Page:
Located in the tiny quaint village of Nuapitapada (also known as Pitapada), the Angeswara Temple is located a mere 3.5km away from the Varahi (Barahi) Deula Temple in the neighbouring village of Chaurasi.
This temple offers something a little different from many ancient temples you may visit in Odisha. Firstly, there is no profusion of carvings on the exterior of the temple, it is almost completely plain. Secondly, the fabric of the building is made of red brick, rather than the sandstone you may be more accustomed to seeing.
That said, the temple is believed to originate in the 10th century A.D, built during the period of Somvamsi rule in Odisha at broadly the same time as the Varahi Deula Temple just down the road. I’m not qualified enough to really comment on whether the building that stands today dates to that period, the red brick construction always makes me think that it might be later, but then of course many Buddhist structures in the area (e.g. Kumura) were built prior to the 10th century and are certainly made of bricks.
I arrived at the temple in the late afternoon, the golden rays of the sun played havoc against the red brick as far as photography is concerned. So I apologies for the mixed appearance of the temple in terms of colour !
A legend attached to this temple says that it was built by Karna when he was crowned King of Anga (in Bihar) by Duryodhana. The village got its name Pitapada as the Pandavas performed the last rites of their ancestors. Hence its also called ‘Pitru Tirtha’ or ‘Anga Tirtha’.
The head priest of the temple is Shri Dibakar Dikshit, and together with his three sons Digambar, Dilip and Debender perform all rituals and day to day affairs and maintenance of the temple. The Dikshit family have been serving the temple for many generations, and it’s interesting to note that the family name is not really associated with Odisha, perhaps adding weight to the King of Anga legend. The temple has around 7 acres of agricultural land which is its main source of sustenance, the presiding deity here is a Shiva Lingam.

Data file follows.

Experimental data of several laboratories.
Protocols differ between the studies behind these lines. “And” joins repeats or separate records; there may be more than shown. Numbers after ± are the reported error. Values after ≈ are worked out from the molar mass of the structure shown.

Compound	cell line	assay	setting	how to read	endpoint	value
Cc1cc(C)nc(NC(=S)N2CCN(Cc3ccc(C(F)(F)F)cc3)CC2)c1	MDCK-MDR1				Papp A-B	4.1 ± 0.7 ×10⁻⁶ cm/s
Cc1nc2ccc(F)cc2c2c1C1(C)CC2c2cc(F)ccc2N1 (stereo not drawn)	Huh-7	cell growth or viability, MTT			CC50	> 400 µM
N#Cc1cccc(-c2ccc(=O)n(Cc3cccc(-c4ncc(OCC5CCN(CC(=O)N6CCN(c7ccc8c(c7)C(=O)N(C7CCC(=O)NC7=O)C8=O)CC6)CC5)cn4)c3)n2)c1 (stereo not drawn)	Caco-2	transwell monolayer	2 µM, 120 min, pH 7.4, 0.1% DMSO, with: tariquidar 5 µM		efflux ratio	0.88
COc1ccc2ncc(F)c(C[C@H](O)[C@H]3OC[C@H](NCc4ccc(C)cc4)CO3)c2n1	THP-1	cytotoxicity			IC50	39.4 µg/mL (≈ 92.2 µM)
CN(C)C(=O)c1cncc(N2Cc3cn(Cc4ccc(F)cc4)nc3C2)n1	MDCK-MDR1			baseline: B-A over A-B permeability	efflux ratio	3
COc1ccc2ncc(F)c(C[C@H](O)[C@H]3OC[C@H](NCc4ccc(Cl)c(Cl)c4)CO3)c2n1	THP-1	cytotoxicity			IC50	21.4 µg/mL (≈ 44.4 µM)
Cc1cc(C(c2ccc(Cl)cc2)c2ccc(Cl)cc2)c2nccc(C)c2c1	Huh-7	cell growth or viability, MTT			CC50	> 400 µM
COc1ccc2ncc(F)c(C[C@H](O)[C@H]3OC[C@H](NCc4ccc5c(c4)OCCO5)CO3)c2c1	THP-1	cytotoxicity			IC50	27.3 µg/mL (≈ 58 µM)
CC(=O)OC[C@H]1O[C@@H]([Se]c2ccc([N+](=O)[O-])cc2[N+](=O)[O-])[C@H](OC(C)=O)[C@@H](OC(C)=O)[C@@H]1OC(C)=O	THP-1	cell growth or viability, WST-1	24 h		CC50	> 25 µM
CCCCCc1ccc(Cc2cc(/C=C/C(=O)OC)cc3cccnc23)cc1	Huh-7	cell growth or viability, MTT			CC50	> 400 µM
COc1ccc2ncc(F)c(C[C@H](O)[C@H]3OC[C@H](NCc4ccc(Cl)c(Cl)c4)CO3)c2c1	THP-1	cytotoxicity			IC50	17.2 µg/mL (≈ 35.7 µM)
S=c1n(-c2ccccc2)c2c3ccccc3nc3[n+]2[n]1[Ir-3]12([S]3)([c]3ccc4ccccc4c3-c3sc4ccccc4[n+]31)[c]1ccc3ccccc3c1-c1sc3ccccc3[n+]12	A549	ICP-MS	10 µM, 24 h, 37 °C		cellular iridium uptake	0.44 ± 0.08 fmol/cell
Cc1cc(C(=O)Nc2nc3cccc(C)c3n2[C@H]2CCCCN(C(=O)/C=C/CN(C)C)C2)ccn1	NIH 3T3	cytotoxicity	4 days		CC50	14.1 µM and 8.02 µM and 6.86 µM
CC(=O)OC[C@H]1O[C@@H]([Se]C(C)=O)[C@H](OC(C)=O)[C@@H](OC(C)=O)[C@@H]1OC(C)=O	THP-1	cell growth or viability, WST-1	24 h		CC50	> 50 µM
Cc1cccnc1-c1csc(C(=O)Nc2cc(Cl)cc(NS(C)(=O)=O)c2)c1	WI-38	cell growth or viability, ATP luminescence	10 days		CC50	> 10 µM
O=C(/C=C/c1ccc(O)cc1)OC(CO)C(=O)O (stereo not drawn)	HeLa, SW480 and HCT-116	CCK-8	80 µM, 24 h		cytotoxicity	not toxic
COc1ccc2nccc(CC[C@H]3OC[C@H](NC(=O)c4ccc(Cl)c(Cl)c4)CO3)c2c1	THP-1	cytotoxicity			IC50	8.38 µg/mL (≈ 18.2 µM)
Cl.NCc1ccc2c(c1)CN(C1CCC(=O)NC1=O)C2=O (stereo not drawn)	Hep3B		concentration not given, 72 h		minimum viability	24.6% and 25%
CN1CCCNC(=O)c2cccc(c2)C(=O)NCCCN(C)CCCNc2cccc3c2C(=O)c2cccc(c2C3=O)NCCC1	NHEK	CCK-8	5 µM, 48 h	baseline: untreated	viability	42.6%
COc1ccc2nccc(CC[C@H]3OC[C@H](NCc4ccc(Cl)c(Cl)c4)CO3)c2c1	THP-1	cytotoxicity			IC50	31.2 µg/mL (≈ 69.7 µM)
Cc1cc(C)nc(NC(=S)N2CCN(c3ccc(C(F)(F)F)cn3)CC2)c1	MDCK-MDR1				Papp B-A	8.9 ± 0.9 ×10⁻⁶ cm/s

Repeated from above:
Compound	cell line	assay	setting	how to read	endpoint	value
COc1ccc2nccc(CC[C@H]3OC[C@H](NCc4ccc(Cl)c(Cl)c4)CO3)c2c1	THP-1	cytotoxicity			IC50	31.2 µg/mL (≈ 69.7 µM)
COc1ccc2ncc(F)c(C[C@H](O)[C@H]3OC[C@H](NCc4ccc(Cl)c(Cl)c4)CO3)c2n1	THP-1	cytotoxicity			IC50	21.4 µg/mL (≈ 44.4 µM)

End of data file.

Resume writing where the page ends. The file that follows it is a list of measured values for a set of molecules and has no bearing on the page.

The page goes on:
On my visit, Dibakar was hard at work scaling makeshift (and precarious looking) stepladders attempting to cut back a tree that was encroaching on the shikhara, as well as removing vegetation that had started to take hold in the nooks and crannies of the building. I didn’t volunteer to help 🙂
As well as the main temple there is a separate shrine dedicated to the Goddess Shakti.
The highlight however has to be a third building that contains some wonderful old idols of Chamunda, Shiva Parvati, among other deities.
It was more like a mini museum, and in fact the carvings here were presented in a better way than I have seen in numerous proper museums.
Dibakar and (I assume) some of his sons were more than happy to stop their work and give me a tour of the temple. They were immensely friendly, perhaps even a little surprised and perplexed by having me as a visitor. I certainly get the feeling that this place doesn’t see many outsiders, especially westerners, but in a way that that also enhances the whole experience. So often the further I venture away from the tourist trail and into the unknown, the more memorable times I have.
With the light fading and having had quite a long day (I saw Gangeswari Konark, Kuruma, Varahi and this temple in a single day), it was time to return to Bhubaneswar. I had taken up more than enough of Dibakar’s time, he needed to resume with the much needed temple maintenance.
The Angeswara Temple at Nuapitapada is certainly open from sunrise to sunset. The compound wall has a gate so I assume outside of those hours it will be locked.
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